Replacing Lost Teeth – Faircourt Dental Smile Studio

Replacing Lost Teeth

 

Is replacement always necessary?

When all is said and done, decay is about losing teeth, and sometimes the process is so far along that even the most advanced dentistry can’t help. In that case, a tooth is extracted, and you’re left with a space in your gums. I realize the anguish that comes with even one missing tooth. It may be in the back of your mouth, out of sight, but you’re still aware of the empty space because your tongue never stops probing it. And you’re concerned about food getting wedged in the space.

Your dentist has even deeper concerns. He knows your teeth were designed to work together to help you eat, speak, and smile. Losing a single tooth can affect all three functions and have an impact on your self-esteem as well. That’s because, over time, your teeth will shift to fill the empty space, and when they do, your face may look older and your bite may become unbalanced.

Traditional options—still relevant!

For years, the standard answer was to replace missing teeth with a fixed bridge, a removable partial, or (if all or most teeth were missing) a traditional complete denture. 

Before going further, let’s define those terms because they can be confusing.

A bridge is cemented in place and cannot be removed. A bridge can also be called a fixed partial denture—fixed because it can’t be moved and partial because
it replaces some, but not all, teeth. It is typically made of metal and porcelain. 

It fills a space that is left when teeth are removed and is cemented on both ends to permanent teeth. It literally bridges a gap. 

Bridge is the more common term for a fixed-partial denture because, like a structural bridge, a dental bridge is firmly and permanently secured at both ends.

A removable partial denture, more commonly called a partial, looks like a bridge and has the same purpose—to fill the gap where a tooth used to be—but it’s not cemented in place. It’s held in place with metal clips and can be removed by you or your dentist. 

A partial is usually less expensive than a bridge because it’s easier to fabricate and is made of a less costly metal with teeth and gums of plastic rather than porcelain.

Full dentures are just that—replacement appliances used when all teeth have been extracted, usually because of decay, gum disease, or trauma. A complete set of dentures consists of two plastic plates with built-in artificial teeth and gums. One can be fitted in the upper jaw, the other in the lower. They are held in place by a snug fit with the gums and underlying bone.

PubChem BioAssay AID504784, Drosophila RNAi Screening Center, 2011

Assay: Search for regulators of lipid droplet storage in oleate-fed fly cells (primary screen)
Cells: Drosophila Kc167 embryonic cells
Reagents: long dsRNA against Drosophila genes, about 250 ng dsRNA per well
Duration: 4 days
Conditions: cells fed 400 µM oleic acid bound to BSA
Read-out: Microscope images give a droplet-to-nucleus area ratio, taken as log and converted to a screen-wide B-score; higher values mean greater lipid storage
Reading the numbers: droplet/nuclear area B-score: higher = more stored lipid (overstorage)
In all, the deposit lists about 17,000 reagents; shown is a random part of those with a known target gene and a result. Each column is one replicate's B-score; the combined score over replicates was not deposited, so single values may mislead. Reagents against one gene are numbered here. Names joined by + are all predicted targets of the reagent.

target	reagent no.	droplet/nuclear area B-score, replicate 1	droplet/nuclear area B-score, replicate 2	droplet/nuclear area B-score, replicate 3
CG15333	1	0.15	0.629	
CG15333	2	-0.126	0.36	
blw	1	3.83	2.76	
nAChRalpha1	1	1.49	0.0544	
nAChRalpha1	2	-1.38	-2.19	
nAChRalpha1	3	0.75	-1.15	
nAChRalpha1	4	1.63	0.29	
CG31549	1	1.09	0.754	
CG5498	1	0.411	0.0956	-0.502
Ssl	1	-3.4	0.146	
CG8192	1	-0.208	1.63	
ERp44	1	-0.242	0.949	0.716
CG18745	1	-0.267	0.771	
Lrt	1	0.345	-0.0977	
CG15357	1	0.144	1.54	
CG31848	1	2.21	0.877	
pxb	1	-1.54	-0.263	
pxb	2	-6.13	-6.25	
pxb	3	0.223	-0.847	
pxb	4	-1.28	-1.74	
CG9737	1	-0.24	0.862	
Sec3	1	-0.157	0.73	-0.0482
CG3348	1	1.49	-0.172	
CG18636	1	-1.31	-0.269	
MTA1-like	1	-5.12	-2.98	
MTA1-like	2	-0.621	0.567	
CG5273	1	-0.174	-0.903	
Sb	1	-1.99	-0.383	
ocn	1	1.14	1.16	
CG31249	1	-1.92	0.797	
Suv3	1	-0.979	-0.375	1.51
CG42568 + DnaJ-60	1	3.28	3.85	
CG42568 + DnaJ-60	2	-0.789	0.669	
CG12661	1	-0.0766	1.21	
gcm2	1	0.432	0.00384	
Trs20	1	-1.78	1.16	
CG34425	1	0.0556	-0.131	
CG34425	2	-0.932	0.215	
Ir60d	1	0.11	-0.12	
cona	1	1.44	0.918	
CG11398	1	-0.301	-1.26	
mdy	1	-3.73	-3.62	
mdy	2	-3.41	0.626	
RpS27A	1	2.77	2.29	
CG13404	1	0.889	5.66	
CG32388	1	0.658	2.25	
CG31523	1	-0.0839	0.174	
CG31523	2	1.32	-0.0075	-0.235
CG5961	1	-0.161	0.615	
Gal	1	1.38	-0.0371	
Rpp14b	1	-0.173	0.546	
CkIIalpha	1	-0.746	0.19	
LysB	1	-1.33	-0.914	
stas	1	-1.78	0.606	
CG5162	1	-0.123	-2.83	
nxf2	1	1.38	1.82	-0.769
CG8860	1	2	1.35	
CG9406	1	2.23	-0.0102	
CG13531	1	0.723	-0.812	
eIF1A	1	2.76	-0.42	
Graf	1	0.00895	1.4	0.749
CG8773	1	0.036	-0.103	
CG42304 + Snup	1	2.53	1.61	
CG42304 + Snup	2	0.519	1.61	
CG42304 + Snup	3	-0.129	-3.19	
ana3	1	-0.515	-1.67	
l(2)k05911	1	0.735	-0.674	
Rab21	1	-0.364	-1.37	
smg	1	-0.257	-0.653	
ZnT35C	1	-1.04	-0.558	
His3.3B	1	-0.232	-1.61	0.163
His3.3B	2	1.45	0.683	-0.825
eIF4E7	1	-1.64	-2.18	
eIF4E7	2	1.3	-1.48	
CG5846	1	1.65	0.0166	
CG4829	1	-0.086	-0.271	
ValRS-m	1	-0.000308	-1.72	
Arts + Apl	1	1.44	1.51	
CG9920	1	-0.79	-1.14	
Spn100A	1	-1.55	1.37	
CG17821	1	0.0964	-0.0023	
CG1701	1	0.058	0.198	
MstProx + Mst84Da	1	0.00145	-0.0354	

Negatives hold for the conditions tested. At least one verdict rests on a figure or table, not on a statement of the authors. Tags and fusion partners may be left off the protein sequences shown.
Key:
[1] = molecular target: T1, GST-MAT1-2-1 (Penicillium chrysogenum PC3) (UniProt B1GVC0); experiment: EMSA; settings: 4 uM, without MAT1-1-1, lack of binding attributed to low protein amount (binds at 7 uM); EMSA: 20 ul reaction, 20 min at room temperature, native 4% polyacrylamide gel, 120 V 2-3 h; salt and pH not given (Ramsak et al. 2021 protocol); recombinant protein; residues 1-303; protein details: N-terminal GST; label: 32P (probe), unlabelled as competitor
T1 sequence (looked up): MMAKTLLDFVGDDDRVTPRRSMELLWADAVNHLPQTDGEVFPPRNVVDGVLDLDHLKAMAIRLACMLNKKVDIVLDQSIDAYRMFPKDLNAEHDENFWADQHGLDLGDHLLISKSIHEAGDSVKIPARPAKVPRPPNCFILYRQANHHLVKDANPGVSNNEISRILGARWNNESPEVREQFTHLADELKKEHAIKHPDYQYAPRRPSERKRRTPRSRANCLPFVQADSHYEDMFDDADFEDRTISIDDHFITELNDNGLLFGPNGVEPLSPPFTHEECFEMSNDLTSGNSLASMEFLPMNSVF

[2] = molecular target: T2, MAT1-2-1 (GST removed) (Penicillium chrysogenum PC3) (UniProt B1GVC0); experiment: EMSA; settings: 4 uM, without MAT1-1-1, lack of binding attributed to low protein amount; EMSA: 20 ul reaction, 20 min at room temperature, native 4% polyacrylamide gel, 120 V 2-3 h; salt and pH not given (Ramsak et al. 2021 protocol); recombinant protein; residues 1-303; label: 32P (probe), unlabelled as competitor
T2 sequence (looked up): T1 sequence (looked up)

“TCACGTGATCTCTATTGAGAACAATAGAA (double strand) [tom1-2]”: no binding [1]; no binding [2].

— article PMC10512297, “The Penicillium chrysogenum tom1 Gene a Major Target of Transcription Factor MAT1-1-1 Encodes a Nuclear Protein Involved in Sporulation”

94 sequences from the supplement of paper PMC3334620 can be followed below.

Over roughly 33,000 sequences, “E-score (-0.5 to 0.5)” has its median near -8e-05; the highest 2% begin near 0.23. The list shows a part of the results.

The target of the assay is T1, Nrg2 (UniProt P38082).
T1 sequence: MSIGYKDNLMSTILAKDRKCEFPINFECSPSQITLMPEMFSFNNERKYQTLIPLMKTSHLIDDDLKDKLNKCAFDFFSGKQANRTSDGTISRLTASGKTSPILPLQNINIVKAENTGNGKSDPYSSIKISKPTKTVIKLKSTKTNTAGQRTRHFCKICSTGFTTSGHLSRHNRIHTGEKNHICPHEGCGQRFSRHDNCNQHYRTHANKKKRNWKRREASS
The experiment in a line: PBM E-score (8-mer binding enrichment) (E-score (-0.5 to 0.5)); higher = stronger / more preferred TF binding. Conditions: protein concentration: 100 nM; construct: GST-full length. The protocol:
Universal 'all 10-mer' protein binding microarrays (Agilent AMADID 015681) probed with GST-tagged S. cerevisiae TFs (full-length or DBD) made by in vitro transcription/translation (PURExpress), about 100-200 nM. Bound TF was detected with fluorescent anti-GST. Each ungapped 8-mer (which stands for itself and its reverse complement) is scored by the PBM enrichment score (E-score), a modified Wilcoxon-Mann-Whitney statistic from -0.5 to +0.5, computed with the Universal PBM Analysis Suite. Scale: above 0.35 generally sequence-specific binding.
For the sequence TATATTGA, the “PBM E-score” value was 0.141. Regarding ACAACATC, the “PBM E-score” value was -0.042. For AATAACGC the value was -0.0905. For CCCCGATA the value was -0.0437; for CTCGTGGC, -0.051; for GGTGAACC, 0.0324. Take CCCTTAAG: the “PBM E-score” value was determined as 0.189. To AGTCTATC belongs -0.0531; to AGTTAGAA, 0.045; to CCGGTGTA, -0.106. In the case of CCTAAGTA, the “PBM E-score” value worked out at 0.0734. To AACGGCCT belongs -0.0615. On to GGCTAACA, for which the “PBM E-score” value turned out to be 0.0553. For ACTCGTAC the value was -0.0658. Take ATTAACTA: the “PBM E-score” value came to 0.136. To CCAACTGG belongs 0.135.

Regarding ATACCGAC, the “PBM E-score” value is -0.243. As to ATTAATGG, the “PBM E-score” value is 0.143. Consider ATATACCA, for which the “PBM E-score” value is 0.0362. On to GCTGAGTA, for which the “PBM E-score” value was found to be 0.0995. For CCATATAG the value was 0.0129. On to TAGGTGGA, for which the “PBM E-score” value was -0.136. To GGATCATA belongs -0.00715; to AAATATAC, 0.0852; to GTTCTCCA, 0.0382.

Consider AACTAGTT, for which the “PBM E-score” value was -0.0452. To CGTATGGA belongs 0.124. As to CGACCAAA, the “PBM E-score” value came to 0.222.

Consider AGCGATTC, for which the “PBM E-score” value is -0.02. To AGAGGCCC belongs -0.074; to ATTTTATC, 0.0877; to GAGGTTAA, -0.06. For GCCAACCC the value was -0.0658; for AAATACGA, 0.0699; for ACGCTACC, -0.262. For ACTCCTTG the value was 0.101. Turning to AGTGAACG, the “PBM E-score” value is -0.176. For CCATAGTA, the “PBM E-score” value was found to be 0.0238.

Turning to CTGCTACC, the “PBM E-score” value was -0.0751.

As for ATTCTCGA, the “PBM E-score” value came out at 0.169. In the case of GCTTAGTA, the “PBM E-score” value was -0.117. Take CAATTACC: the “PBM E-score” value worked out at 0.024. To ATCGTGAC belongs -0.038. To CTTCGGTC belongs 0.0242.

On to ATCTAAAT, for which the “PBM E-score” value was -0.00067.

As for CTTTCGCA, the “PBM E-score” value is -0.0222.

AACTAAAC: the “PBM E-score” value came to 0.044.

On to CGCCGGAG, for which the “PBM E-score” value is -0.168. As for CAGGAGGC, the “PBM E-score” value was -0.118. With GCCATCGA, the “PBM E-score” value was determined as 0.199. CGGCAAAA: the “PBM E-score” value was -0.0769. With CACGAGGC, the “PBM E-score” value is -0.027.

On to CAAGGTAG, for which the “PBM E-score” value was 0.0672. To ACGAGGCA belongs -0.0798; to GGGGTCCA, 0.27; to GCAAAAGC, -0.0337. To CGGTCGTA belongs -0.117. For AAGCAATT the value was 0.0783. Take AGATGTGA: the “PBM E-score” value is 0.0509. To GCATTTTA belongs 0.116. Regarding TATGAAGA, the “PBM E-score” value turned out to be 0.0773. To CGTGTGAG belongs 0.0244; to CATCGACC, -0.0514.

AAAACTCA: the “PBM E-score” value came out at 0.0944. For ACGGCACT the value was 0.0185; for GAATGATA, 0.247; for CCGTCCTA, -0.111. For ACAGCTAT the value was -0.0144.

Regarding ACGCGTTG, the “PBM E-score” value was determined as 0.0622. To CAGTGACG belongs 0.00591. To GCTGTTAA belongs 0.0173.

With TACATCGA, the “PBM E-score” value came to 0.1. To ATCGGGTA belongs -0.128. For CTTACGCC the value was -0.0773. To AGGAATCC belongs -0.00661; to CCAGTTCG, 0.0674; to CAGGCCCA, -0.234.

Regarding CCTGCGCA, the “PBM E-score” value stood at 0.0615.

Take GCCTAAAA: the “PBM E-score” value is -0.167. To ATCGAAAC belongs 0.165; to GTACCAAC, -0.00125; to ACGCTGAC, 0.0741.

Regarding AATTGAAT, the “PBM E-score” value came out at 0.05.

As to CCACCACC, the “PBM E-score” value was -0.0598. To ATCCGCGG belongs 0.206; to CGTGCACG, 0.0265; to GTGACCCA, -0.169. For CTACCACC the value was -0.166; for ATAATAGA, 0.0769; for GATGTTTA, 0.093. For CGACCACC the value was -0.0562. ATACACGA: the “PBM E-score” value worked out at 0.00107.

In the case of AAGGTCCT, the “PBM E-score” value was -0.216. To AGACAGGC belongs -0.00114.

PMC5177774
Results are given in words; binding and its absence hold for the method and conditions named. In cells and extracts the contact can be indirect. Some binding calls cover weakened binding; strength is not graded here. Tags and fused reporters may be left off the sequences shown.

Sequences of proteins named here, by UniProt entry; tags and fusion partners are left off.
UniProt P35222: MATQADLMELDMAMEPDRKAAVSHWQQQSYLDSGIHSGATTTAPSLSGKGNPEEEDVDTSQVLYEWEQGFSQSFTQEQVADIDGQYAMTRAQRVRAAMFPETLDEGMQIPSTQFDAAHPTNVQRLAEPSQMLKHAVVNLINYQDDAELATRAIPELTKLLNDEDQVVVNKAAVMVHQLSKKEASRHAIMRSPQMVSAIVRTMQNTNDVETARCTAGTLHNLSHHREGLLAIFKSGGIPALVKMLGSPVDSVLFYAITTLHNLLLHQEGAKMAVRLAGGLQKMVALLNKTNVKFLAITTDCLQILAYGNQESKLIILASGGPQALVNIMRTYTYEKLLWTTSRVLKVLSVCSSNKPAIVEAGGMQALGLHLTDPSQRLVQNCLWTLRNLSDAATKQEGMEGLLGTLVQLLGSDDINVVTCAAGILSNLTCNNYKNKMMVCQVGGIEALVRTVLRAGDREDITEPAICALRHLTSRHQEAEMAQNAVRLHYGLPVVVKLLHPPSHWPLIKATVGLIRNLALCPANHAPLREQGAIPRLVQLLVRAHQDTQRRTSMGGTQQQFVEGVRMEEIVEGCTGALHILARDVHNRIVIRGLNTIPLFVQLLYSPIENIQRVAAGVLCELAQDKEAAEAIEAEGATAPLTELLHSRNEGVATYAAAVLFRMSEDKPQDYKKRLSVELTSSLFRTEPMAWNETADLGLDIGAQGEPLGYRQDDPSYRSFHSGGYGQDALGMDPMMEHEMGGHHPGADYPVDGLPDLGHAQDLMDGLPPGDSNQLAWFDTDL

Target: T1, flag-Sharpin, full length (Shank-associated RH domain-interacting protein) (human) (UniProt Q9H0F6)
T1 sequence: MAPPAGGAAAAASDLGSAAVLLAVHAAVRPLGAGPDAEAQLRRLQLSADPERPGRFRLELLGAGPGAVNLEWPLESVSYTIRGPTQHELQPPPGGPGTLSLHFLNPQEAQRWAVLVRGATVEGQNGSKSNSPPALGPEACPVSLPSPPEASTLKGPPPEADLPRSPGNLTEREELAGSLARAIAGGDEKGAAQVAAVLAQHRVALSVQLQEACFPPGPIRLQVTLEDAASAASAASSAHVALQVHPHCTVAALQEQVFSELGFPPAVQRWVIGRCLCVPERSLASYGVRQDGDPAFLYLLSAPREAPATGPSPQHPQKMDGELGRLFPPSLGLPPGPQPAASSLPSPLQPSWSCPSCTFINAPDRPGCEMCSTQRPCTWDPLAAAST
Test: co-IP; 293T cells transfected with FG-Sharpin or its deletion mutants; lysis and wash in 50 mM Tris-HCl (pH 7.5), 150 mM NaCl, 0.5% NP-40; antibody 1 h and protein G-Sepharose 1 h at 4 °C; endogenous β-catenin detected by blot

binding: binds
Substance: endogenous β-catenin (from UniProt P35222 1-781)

While dentures are no longer the standard of care, they are readily available and remain a common, affordable option with little to no risk of failure. 

Implants are the new kids on the block for the replacement of one or more teeth. They are so different from dentures that I’ve devoted a special section to them later in this chapter.

Pluses and minuses of traditional options

Because a bridge, or fixed partial denture, is cemented in place, it offers the advantage of stability. It feels like real teeth and, as the name indicates, is not removable. It costs more than a removable partial denture because of the time and materials involved in making it. It also requires more work to clean under and around the artificial tooth or teeth that are part of the bridge, whereas a partial, which is typically bulkier, can be lifted out of the mouth for cleaning. 

Here’s another consideration: To provide anchors for a bridge, the teeth to which it will be attached must be drilled down to one-to-two millimeters in all directions. In a very real sense, you sacrifice good teeth to have the bridge. 

If the anchor teeth have large fillings or recurring decay, they may require treatment to stabilize them before the bridge is fabricated. In that case, there really is no “sacrifice” since the teeth are suitable candidates to be covered anyway. 

However, you may want to think twice if the anchor teeth are what we dentists call virgin teeth—meaning they have no decay, no fillings, and no structural issues. In such cases, an implant to fill the empty space may be a better solution. Why? Because the work needed to prepare a good tooth for anchoring may lead to decay, a root canal, and even loss of the tooth. An implant, though expensive, bypasses that issue as you’ll see in the next section. Be sure to discuss the options with your dentist, including the costs involved, before making a decision.

The removable partial denture, or partial, is an economical choice, the least expensive of the alternatives for replacing a lost tooth or teeth. There are downsides. If not seated and retained properly, partials tend to be unstable and can make eating and speaking difficult. They also need to be removed for cleaning
and sleeping, which could be embarrassing in some circumstances. They may require more frequent adjustment and replacement than other solutions. 

If undecided about having a removable partial, talk with your dentist about being fitted with a less expensive temporary partial, called a flipper or flexi-partial. This will allow you to try the partial concept. If it’s not right for you, you will not have invested a great deal of money, and the decision to go with another solution (or not) will be easier.

While dentures alone are no longer the standard of care, they are readily available and remain a common, affordable option with little to no risk of failure.

Schedule a consultation with Dr. Stonisch to find the best solution for your missing teeth.   Call the Faircourt Dental Smile Studio at 313-486-0084 or reach out to us on the contact form on our website.